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Sales, Use & Excise Tax

This is intended as a general guide, and is not an all-inclusive discussion of Iowa sales and use tax law.

Iowa law imposes both a sales tax and a use tax. The rate for both is 6%, though an additional 1% applies to most sales subject to sales tax, as many jurisdictions impose a local option sales tax. There is no local option use tax.

Both sales tax and use tax are applied to the sales price from sales of tangible personal property, specified digital products, and taxable services. The difference between the two taxes is the circumstances under which the taxes are imposed.

Sales Tax

Sales tax is imposed on the sales price of the sale of tangible personal property, specified digital products, or taxable services at the time the sale takes place. The seller of the goods or services is responsible for collecting, reporting, and remitting the sales tax. The tax is imposed when the first use of a service occurs, or potentially could occur, in Iowa, or when the tangible personal property or specified digital product is delivered in Iowa.

Use Tax

Use tax on taxable purchases

Use tax is most often imposed after the sale takes place and only on goods and services on which sales tax was not collected. In many cases, these are purchases made from an out-of-state supplier not collecting Iowa sales tax on goods or services that are for use in Iowa. Ordinarily, the retailer is responsible for collection of the tax, but if the retailer is not required by law to collect the tax or the retailer fails to do so, the purchaser is then responsible for remitting use tax. The purchaser becomes responsible for remitting use tax when the purchaser takes ownership or control of the good or service. A retailer is not required by law to collect Iowa sales tax if the retailer does not have physical or economic nexus with Iowa, meaning the retailer has no physical presence in Iowa and has not generated $100,000 or more in gross revenue from sales into Iowa in the current or prior calendar year.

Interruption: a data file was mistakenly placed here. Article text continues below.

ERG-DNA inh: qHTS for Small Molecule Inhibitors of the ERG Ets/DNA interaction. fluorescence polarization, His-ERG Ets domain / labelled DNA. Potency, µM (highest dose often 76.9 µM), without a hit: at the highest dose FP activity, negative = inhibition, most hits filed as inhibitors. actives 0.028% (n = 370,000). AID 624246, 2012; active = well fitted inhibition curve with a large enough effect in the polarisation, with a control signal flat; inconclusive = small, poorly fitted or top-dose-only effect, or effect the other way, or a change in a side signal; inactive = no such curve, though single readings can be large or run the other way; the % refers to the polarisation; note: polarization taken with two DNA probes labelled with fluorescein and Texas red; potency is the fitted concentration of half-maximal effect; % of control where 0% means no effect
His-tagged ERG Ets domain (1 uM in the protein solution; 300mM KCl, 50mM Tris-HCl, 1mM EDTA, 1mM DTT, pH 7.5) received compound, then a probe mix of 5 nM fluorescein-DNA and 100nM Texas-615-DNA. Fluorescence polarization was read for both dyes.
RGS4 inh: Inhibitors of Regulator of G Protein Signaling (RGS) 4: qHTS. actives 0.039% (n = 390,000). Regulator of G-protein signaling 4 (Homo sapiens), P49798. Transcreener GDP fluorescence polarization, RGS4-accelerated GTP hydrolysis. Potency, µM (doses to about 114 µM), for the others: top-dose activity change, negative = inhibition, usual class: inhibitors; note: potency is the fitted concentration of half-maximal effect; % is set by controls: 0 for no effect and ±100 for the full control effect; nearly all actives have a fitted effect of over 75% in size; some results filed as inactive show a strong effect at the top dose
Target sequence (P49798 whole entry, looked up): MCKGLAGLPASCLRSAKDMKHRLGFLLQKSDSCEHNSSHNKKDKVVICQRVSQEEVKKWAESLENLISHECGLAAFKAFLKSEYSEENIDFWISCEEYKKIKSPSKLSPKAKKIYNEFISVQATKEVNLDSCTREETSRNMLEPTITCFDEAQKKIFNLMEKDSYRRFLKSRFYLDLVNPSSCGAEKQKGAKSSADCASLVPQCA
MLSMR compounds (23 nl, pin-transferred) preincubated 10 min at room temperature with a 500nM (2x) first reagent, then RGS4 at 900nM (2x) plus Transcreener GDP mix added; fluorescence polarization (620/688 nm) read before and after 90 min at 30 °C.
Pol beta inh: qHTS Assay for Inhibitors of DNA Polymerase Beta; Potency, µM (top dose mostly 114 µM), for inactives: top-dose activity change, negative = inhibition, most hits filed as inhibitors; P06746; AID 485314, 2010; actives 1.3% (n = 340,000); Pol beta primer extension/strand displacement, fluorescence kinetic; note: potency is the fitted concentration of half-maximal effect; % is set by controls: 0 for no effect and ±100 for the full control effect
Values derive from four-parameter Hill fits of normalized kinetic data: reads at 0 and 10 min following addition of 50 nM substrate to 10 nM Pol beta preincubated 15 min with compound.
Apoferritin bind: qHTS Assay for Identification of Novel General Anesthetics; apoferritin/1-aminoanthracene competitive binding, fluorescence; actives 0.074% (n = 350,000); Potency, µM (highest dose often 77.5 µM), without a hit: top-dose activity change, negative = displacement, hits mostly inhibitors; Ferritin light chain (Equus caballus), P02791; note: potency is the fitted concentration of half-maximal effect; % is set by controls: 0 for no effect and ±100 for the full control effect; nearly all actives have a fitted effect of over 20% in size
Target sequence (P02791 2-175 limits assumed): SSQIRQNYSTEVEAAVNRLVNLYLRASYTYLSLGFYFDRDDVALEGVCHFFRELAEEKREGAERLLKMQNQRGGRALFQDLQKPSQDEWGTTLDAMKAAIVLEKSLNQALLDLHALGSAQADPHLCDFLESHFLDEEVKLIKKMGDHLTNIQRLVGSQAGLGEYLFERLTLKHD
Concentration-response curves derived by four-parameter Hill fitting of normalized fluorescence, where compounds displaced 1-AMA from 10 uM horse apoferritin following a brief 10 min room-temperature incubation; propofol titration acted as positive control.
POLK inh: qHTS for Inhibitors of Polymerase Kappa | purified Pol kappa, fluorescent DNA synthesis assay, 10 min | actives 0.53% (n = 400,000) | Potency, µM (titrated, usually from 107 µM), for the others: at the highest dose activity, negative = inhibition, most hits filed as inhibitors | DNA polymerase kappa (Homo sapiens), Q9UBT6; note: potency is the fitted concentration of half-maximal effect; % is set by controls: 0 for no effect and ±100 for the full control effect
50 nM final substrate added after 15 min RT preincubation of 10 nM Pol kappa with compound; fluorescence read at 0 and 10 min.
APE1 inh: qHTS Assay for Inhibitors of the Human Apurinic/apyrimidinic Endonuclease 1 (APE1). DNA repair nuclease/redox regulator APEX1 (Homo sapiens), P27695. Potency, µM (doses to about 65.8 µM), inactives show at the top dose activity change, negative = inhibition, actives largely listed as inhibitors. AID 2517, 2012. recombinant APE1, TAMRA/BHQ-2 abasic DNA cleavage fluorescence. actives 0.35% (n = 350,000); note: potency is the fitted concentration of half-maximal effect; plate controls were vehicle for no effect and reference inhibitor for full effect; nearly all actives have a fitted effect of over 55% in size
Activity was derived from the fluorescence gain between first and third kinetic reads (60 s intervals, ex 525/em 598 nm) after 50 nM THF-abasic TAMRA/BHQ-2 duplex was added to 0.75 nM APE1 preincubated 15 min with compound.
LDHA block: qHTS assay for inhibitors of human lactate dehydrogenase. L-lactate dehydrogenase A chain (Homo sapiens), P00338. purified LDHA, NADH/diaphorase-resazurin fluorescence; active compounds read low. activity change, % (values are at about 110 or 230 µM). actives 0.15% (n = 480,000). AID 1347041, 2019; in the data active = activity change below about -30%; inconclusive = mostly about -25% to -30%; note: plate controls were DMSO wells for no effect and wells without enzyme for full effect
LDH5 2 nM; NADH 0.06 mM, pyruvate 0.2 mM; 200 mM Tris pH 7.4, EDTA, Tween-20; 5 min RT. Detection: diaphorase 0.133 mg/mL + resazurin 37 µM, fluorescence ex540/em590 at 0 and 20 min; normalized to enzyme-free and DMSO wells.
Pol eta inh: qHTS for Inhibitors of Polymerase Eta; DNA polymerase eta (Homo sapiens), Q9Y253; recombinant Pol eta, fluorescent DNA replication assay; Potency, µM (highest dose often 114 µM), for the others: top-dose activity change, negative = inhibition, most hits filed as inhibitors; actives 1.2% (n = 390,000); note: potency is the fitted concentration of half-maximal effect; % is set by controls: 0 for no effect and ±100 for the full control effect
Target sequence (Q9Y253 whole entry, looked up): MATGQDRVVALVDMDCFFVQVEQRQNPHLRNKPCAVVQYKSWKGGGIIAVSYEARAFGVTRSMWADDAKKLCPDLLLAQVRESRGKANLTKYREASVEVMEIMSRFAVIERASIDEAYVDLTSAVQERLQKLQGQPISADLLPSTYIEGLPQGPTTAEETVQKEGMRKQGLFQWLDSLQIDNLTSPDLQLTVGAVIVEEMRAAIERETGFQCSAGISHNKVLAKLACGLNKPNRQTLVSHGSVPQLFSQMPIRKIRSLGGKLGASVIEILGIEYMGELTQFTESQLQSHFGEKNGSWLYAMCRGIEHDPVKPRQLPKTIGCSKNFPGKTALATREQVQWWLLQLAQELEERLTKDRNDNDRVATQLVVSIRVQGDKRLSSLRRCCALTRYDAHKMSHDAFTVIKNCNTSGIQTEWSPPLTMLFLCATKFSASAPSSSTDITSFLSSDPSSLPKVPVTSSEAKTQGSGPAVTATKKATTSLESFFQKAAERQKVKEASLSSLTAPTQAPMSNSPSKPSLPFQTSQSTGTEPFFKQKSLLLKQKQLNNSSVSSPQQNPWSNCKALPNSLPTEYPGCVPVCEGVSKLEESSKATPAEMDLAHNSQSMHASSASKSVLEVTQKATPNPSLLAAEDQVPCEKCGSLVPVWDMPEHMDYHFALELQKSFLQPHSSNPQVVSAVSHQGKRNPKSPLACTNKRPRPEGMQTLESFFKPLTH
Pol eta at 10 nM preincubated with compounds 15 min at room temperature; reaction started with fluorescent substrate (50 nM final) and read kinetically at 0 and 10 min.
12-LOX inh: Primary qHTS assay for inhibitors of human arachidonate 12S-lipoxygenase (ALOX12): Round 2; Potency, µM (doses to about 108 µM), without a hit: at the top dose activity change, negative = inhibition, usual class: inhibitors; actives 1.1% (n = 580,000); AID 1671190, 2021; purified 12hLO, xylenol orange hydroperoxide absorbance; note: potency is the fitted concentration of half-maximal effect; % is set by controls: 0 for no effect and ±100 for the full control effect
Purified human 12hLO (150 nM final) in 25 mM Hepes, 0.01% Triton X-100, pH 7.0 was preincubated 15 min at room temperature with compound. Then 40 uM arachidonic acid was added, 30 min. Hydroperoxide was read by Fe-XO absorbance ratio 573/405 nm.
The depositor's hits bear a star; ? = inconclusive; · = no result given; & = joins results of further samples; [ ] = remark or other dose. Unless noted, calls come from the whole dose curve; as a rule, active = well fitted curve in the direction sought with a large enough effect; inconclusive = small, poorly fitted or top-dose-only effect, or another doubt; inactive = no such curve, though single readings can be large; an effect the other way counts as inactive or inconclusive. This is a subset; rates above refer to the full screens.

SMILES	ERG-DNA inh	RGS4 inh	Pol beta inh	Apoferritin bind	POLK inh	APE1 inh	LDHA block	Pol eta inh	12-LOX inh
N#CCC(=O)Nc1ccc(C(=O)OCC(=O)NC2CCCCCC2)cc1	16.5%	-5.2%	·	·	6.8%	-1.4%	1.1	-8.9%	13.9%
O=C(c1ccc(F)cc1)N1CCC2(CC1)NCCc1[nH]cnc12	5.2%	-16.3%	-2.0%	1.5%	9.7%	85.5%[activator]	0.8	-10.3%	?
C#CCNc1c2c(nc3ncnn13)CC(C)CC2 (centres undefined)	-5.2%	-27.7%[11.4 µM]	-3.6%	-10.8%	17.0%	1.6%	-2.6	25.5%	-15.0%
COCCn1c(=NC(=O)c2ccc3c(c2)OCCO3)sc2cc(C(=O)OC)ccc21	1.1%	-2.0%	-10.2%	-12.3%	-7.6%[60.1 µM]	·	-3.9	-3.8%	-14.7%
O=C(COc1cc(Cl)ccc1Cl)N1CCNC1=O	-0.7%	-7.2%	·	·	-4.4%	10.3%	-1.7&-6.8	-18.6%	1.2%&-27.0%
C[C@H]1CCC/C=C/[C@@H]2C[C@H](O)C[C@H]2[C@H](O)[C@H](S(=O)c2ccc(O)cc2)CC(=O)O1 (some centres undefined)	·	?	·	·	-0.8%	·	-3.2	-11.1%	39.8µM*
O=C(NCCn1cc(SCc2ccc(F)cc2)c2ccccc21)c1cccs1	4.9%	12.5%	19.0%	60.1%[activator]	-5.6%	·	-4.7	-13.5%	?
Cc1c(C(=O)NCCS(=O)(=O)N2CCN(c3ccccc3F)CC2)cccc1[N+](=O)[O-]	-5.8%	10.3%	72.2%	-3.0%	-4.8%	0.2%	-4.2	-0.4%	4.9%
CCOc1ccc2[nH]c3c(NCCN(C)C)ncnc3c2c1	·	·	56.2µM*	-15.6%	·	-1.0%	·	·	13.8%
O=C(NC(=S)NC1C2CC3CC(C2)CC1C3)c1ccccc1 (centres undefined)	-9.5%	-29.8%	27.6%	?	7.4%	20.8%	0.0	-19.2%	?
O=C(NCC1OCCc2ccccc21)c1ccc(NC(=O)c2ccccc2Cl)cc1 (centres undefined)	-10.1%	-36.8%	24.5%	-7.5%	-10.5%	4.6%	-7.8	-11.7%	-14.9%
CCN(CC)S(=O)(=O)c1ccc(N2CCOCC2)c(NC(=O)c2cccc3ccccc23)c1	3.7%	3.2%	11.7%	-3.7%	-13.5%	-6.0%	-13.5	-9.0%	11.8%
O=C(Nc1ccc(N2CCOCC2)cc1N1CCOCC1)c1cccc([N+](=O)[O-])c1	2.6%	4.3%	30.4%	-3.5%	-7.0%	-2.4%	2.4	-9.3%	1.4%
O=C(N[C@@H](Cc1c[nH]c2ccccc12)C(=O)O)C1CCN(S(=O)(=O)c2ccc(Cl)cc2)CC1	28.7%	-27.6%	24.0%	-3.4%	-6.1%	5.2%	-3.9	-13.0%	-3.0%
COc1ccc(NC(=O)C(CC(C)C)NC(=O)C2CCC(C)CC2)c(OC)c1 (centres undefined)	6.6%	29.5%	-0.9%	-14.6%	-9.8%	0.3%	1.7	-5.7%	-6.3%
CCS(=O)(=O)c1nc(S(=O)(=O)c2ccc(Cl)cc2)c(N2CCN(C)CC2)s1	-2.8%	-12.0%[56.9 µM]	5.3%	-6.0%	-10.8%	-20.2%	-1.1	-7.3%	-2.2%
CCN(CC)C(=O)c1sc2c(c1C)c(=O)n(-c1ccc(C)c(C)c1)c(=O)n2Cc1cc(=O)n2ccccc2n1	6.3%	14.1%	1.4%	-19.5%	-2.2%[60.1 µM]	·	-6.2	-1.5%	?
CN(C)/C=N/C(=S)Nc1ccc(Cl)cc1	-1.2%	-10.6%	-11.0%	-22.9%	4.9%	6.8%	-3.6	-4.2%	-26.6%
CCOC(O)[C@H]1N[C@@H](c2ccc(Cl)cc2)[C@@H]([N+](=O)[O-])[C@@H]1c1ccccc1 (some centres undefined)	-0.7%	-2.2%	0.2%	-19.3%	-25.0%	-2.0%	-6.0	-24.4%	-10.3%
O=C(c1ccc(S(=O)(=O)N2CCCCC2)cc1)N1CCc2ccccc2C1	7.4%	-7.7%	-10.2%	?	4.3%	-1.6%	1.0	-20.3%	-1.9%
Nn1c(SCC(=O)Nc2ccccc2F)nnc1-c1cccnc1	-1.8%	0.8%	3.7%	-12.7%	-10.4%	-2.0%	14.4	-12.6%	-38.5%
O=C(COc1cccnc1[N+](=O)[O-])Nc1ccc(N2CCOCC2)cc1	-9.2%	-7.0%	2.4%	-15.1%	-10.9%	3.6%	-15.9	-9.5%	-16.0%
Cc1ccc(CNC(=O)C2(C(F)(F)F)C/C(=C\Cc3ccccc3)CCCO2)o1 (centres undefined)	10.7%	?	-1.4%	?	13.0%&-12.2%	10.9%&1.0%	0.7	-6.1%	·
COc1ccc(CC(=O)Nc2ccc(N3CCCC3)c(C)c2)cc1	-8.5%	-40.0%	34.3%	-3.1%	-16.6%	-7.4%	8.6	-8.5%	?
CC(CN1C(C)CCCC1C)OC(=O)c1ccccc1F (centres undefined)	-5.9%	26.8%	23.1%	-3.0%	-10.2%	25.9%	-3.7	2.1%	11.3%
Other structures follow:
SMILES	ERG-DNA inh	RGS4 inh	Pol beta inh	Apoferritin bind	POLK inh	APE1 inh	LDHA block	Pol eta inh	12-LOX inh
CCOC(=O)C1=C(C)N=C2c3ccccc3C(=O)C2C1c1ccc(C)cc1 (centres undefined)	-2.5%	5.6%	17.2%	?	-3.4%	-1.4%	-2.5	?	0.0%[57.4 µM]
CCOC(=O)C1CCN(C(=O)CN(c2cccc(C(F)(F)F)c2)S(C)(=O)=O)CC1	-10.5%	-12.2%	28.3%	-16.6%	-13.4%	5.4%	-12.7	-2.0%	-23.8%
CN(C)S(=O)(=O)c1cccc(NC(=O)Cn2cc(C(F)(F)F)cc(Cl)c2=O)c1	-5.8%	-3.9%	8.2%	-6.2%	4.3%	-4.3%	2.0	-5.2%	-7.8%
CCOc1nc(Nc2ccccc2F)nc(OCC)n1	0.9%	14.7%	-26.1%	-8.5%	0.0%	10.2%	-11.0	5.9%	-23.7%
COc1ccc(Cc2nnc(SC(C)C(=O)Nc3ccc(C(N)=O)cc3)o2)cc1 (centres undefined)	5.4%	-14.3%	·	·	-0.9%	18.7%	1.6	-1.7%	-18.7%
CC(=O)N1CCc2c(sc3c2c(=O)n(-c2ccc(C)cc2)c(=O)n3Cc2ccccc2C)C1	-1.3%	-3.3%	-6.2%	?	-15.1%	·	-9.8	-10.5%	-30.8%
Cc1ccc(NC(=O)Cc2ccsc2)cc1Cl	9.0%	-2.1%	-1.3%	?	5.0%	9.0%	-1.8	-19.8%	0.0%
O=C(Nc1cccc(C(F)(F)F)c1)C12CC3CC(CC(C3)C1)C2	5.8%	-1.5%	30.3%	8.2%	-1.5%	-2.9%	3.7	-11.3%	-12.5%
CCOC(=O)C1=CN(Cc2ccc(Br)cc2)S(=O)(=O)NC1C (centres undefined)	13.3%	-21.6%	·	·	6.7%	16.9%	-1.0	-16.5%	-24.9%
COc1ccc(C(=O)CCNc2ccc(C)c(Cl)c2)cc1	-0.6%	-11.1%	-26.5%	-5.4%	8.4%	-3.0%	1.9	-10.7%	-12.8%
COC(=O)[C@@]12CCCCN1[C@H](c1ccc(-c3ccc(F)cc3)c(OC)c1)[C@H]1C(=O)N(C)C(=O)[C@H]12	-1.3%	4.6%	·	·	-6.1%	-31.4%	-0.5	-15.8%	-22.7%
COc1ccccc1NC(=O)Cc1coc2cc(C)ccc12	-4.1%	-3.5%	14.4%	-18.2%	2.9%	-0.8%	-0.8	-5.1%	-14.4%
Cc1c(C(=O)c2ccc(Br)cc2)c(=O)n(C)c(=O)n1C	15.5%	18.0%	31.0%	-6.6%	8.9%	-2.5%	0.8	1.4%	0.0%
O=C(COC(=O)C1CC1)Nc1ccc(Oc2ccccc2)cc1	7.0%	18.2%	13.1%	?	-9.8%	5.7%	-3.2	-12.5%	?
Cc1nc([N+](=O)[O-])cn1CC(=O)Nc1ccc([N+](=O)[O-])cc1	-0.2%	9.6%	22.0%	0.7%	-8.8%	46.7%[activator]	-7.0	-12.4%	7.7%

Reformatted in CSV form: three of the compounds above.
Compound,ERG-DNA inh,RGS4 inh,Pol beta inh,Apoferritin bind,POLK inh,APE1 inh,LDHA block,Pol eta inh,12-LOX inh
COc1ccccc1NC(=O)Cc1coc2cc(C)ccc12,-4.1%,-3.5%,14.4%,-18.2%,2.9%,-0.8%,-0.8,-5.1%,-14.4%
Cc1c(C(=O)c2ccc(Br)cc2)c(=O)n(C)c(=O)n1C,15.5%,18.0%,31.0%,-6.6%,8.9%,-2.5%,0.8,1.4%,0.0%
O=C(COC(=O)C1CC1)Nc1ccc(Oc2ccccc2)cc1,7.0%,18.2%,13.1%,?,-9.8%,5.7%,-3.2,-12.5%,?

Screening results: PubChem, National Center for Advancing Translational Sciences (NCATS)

Anyone – individuals and businesses – who makes these types of purchases is required to pay use tax. Persons owing $1,200 or more in use tax per year on taxable goods or services must register with the Department for a sales and use tax permit and report the tax as “taxable purchases” in the use tax section of the sales and use tax return. Persons who do not have a sales and use tax permit and who do not regularly make purchases subject to use tax or who owe less than $1,200 in use tax per year may report their tax on the Iowa Non-Permit Use Tax Return. Businesses should review all purchases to determine if the vendor collected the proper tax. Businesses that fail to do so may find themselves with a use tax liability, plus penalty and interest, for not reporting the use tax in a timely manner.

Sales subject to use tax

Retailers that do not have physical or economic nexus in Iowa, but make sales into Iowa, may collect and remit the use tax that would be due on behalf of their customers. Retailers who do this should report the tax as “sales subject to use tax” in the use tax section of the sales and use tax return.

Examples of Purchases Subject to Use Tax

  • An Iowa business purchases furniture and office supplies from an out-of-state vendor in another state who is not registered and does not collect Iowa sales or use tax. The business uses the items. The business owes Iowa use tax.
  • An Iowa resident purchases clothing, stereo equipment, or jewelry through a mail order catalog and is not charged Iowa sales tax by the mail order company. The resident owes use tax to Iowa.
  • An Iowa resident who sends jewelry or watches out of Iowa for repair will owe use tax on the repair costs – both materials and labor – if the out-of-state vendor is not registered to collect Iowa tax and if no tax is paid to the other state. (Jewelry and watch repair are taxable services.)
  • An Iowa business has a vehicle repaired out of state. If the out-of-state vendor did not collect tax on the transaction, then Iowa use tax is due upon the vehicle's return to Iowa. (Vehicle repair is a taxable service.)
  • An Iowa resident sends tangible personal property out of state to be repaired. The repair service is not taxable in Iowa. The resident owes use tax on only the materials furnished and used in the repair if the materials are separately itemized on the bill. If the materials and nontaxable services are not separately itemized, then tax is due on the entire invoiced amount. Separately itemized delivery charges are not taxable.